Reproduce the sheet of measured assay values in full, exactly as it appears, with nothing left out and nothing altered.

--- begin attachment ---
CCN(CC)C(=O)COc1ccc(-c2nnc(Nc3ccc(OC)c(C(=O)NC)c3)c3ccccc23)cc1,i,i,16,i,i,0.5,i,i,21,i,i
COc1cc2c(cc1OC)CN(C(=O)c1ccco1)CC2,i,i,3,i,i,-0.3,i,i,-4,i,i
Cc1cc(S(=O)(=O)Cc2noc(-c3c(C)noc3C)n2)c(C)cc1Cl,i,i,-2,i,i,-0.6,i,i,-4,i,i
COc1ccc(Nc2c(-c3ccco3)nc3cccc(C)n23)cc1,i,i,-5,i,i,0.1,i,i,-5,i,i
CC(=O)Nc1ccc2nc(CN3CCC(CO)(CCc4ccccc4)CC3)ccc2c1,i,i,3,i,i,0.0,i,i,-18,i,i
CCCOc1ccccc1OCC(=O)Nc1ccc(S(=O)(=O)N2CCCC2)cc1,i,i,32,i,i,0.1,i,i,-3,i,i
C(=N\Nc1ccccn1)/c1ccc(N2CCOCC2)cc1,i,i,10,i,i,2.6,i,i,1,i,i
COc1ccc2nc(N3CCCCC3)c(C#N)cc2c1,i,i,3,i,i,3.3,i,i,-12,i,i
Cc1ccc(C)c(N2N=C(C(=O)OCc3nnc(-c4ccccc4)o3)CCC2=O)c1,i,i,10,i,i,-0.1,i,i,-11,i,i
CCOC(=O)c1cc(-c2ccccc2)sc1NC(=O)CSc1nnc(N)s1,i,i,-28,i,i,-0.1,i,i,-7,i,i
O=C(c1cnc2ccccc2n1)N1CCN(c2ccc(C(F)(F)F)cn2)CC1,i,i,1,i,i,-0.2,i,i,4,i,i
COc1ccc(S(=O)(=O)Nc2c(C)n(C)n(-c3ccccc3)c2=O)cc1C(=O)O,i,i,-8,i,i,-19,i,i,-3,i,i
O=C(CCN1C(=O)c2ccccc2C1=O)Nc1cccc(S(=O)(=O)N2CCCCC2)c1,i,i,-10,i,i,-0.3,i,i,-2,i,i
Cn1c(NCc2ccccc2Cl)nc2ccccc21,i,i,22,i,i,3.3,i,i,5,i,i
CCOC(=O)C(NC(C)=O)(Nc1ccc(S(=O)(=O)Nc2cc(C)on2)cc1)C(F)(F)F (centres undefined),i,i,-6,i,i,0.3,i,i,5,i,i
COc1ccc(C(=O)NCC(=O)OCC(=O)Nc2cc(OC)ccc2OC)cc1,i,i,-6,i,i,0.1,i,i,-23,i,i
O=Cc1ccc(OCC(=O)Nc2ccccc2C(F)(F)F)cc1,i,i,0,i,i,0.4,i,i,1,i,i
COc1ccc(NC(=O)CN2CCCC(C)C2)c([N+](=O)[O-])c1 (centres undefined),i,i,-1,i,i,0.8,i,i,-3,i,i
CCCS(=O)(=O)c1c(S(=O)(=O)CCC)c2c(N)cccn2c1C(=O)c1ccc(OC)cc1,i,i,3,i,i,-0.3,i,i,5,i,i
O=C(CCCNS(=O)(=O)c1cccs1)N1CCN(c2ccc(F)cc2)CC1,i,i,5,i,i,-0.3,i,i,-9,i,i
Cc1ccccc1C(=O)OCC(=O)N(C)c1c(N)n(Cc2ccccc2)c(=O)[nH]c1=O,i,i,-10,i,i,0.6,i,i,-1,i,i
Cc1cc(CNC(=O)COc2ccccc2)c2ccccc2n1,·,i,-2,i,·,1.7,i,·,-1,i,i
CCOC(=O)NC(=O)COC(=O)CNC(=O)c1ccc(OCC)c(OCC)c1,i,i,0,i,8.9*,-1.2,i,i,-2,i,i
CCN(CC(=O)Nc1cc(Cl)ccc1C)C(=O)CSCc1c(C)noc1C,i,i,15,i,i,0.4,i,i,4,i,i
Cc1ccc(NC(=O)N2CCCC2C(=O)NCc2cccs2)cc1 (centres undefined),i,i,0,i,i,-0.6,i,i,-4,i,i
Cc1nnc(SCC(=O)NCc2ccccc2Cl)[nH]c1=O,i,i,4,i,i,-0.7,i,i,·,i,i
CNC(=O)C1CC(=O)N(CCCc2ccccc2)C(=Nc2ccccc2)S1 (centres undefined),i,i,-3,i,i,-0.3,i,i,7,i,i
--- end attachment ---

CCN(CC)C(=O)COc1ccc(-c2nnc(Nc3ccc(OC)c(C(=O)NC)c3)c3ccccc23)cc1,i,i,16,i,i,0.5,i,i,21,i,i
COc1cc2c(cc1OC)CN(C(=O)c1ccco1)CC2,i,i,3,i,i,-0.3,i,i,-4,i,i
Cc1cc(S(=O)(=O)Cc2noc(-c3c(C)noc3C)n2)c(C)cc1Cl,i,i,-2,i,i,-0.6,i,i,-4,i,i
COc1ccc(Nc2c(-c3ccco3)nc3cccc(C)n23)cc1,i,i,-5,i,i,0.1,i,i,-5,i,i
CC(=O)Nc1ccc2nc(CN3CCC(CO)(CCc4ccccc4)CC3)ccc2c1,i,i,3,i,i,0.0,i,i,-18,i,i
CCCOc1ccccc1OCC(=O)Nc1ccc(S(=O)(=O)N2CCCC2)cc1,i,i,32,i,i,0.1,i,i,-3,i,i
C(=N\Nc1ccccn1)/c1ccc(N2CCOCC2)cc1,i,i,10,i,i,2.6,i,i,1,i,i
COc1ccc2nc(N3CCCCC3)c(C#N)cc2c1,i,i,3,i,i,3.3,i,i,-12,i,i
Cc1ccc(C)c(N2N=C(C(=O)OCc3nnc(-c4ccccc4)o3)CCC2=O)c1,i,i,10,i,i,-0.1,i,i,-11,i,i
CCOC(=O)c1cc(-c2ccccc2)sc1NC(=O)CSc1nnc(N)s1,i,i,-28,i,i,-0.1,i,i,-7,i,i
O=C(c1cnc2ccccc2n1)N1CCN(c2ccc(C(F)(F)F)cn2)CC1,i,i,1,i,i,-0.2,i,i,4,i,i
COc1ccc(S(=O)(=O)Nc2c(C)n(C)n(-c3ccccc3)c2=O)cc1C(=O)O,i,i,-8,i,i,-19,i,i,-3,i,i
O=C(CCN1C(=O)c2ccccc2C1=O)Nc1cccc(S(=O)(=O)N2CCCCC2)c1,i,i,-10,i,i,-0.3,i,i,-2,i,i
Cn1c(NCc2ccccc2Cl)nc2ccccc21,i,i,22,i,i,3.3,i,i,5,i,i
CCOC(=O)C(NC(C)=O)(Nc1ccc(S(=O)(=O)Nc2cc(C)on2)cc1)C(F)(F)F (centres undefined),i,i,-6,i,i,0.3,i,i,5,i,i
COc1ccc(C(=O)NCC(=O)OCC(=O)Nc2cc(OC)ccc2OC)cc1,i,i,-6,i,i,0.1,i,i,-23,i,i
O=Cc1ccc(OCC(=O)Nc2ccccc2C(F)(F)F)cc1,i,i,0,i,i,0.4,i,i,1,i,i
COc1ccc(NC(=O)CN2CCCC(C)C2)c([N+](=O)[O-])c1 (centres undefined),i,i,-1,i,i,0.8,i,i,-3,i,i
CCCS(=O)(=O)c1c(S(=O)(=O)CCC)c2c(N)cccn2c1C(=O)c1ccc(OC)cc1,i,i,3,i,i,-0.3,i,i,5,i,i
O=C(CCCNS(=O)(=O)c1cccs1)N1CCN(c2ccc(F)cc2)CC1,i,i,5,i,i,-0.3,i,i,-9,i,i
Cc1ccccc1C(=O)OCC(=O)N(C)c1c(N)n(Cc2ccccc2)c(=O)[nH]c1=O,i,i,-10,i,i,0.6,i,i,-1,i,i
Cc1cc(CNC(=O)COc2ccccc2)c2ccccc2n1,·,i,-2,i,·,1.7,i,·,-1,i,i
CCOC(=O)NC(=O)COC(=O)CNC(=O)c1ccc(OCC)c(OCC)c1,i,i,0,i,8.9*,-1.2,i,i,-2,i,i
CCN(CC(=O)Nc1cc(Cl)ccc1C)C(=O)CSCc1c(C)noc1C,i,i,15,i,i,0.4,i,i,4,i,i
Cc1ccc(NC(=O)N2CCCC2C(=O)NCc2cccs2)cc1 (centres undefined),i,i,0,i,i,-0.6,i,i,-4,i,i
Cc1nnc(SCC(=O)NCc2ccccc2Cl)[nH]c1=O,i,i,4,i,i,-0.7,i,i,·,i,i
CNC(=O)C1CC(=O)N(CCCc2ccccc2)C(=Nc2ccccc2)S1 (centres undefined),i,i,-3,i,i,-0.3,i,i,7,i,i